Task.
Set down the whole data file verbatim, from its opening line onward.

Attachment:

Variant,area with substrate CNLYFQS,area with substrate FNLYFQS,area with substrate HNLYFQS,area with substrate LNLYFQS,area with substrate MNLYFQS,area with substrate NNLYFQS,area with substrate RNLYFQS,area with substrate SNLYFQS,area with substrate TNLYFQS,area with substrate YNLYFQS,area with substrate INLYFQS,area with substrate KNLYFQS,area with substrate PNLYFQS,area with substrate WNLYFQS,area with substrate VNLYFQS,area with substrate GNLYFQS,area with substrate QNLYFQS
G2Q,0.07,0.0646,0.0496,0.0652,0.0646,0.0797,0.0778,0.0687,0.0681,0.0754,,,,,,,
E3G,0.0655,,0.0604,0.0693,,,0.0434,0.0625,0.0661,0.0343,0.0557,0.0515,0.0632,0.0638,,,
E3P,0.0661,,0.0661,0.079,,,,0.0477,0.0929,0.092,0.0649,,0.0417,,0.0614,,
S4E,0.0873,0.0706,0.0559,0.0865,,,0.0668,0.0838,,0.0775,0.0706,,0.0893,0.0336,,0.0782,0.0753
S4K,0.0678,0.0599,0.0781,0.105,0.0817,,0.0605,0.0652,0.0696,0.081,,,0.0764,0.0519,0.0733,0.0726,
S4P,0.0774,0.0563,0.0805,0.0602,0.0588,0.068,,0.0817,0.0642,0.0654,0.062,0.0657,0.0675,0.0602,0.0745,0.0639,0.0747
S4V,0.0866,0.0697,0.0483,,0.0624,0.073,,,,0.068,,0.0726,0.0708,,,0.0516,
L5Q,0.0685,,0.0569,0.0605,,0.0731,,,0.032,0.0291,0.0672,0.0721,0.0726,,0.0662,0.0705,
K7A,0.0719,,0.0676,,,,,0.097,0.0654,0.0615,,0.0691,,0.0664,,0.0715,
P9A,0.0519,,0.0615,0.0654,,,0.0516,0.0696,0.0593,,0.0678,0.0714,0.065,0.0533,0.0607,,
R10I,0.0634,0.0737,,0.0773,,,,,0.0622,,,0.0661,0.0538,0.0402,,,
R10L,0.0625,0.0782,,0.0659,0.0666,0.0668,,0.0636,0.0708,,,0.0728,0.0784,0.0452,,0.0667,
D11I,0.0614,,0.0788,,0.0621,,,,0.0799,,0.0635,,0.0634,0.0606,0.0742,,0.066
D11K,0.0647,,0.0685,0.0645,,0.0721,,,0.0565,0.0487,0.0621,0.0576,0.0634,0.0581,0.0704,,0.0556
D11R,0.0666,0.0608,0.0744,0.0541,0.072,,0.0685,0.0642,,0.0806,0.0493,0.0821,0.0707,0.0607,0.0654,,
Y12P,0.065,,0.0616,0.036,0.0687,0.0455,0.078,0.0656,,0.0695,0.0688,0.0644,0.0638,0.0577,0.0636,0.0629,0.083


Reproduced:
Variant,area with substrate CNLYFQS,area with substrate FNLYFQS,area with substrate HNLYFQS,area with substrate LNLYFQS,area with substrate MNLYFQS,area with substrate NNLYFQS,area with substrate RNLYFQS,area with substrate SNLYFQS,area with substrate TNLYFQS,area with substrate YNLYFQS,area with substrate INLYFQS,area with substrate KNLYFQS,area with substrate PNLYFQS,area with substrate WNLYFQS,area with substrate VNLYFQS,area with substrate GNLYFQS,area with substrate QNLYFQS
G2Q,0.07,0.0646,0.0496,0.0652,0.0646,0.0797,0.0778,0.0687,0.0681,0.0754,,,,,,,
E3G,0.0655,,0.0604,0.0693,,,0.0434,0.0625,0.0661,0.0343,0.0557,0.0515,0.0632,0.0638,,,
E3P,0.0661,,0.0661,0.079,,,,0.0477,0.0929,0.092,0.0649,,0.0417,,0.0614,,
S4E,0.0873,0.0706,0.0559,0.0865,,,0.0668,0.0838,,0.0775,0.0706,,0.0893,0.0336,,0.0782,0.0753
S4K,0.0678,0.0599,0.0781,0.105,0.0817,,0.0605,0.0652,0.0696,0.081,,,0.0764,0.0519,0.0733,0.0726,
S4P,0.0774,0.0563,0.0805,0.0602,0.0588,0.068,,0.0817,0.0642,0.0654,0.062,0.0657,0.0675,0.0602,0.0745,0.0639,0.0747
S4V,0.0866,0.0697,0.0483,,0.0624,0.073,,,,0.068,,0.0726,0.0708,,,0.0516,
L5Q,0.0685,,0.0569,0.0605,,0.0731,,,0.032,0.0291,0.0672,0.0721,0.0726,,0.0662,0.0705,
K7A,0.0719,,0.0676,,,,,0.097,0.0654,0.0615,,0.0691,,0.0664,,0.0715,
P9A,0.0519,,0.0615,0.0654,,,0.0516,0.0696,0.0593,,0.0678,0.0714,0.065,0.0533,0.0607,,
R10I,0.0634,0.0737,,0.0773,,,,,0.0622,,,0.0661,0.0538,0.0402,,,
R10L,0.0625,0.0782,,0.0659,0.0666,0.0668,,0.0636,0.0708,,,0.0728,0.0784,0.0452,,0.0667,
D11I,0.0614,,0.0788,,0.0621,,,,0.0799,,0.0635,,0.0634,0.0606,0.0742,,0.066
D11K,0.0647,,0.0685,0.0645,,0.0721,,,0.0565,0.0487,0.0621,0.0576,0.0634,0.0581,0.0704,,0.0556
D11R,0.0666,0.0608,0.0744,0.0541,0.072,,0.0685,0.0642,,0.0806,0.0493,0.0821,0.0707,0.0607,0.0654,,
Y12P,0.065,,0.0616,0.036,0.0687,0.0455,0.078,0.0656,,0.0695,0.0688,0.0644,0.0638,0.0577,0.0636,0.0629,0.083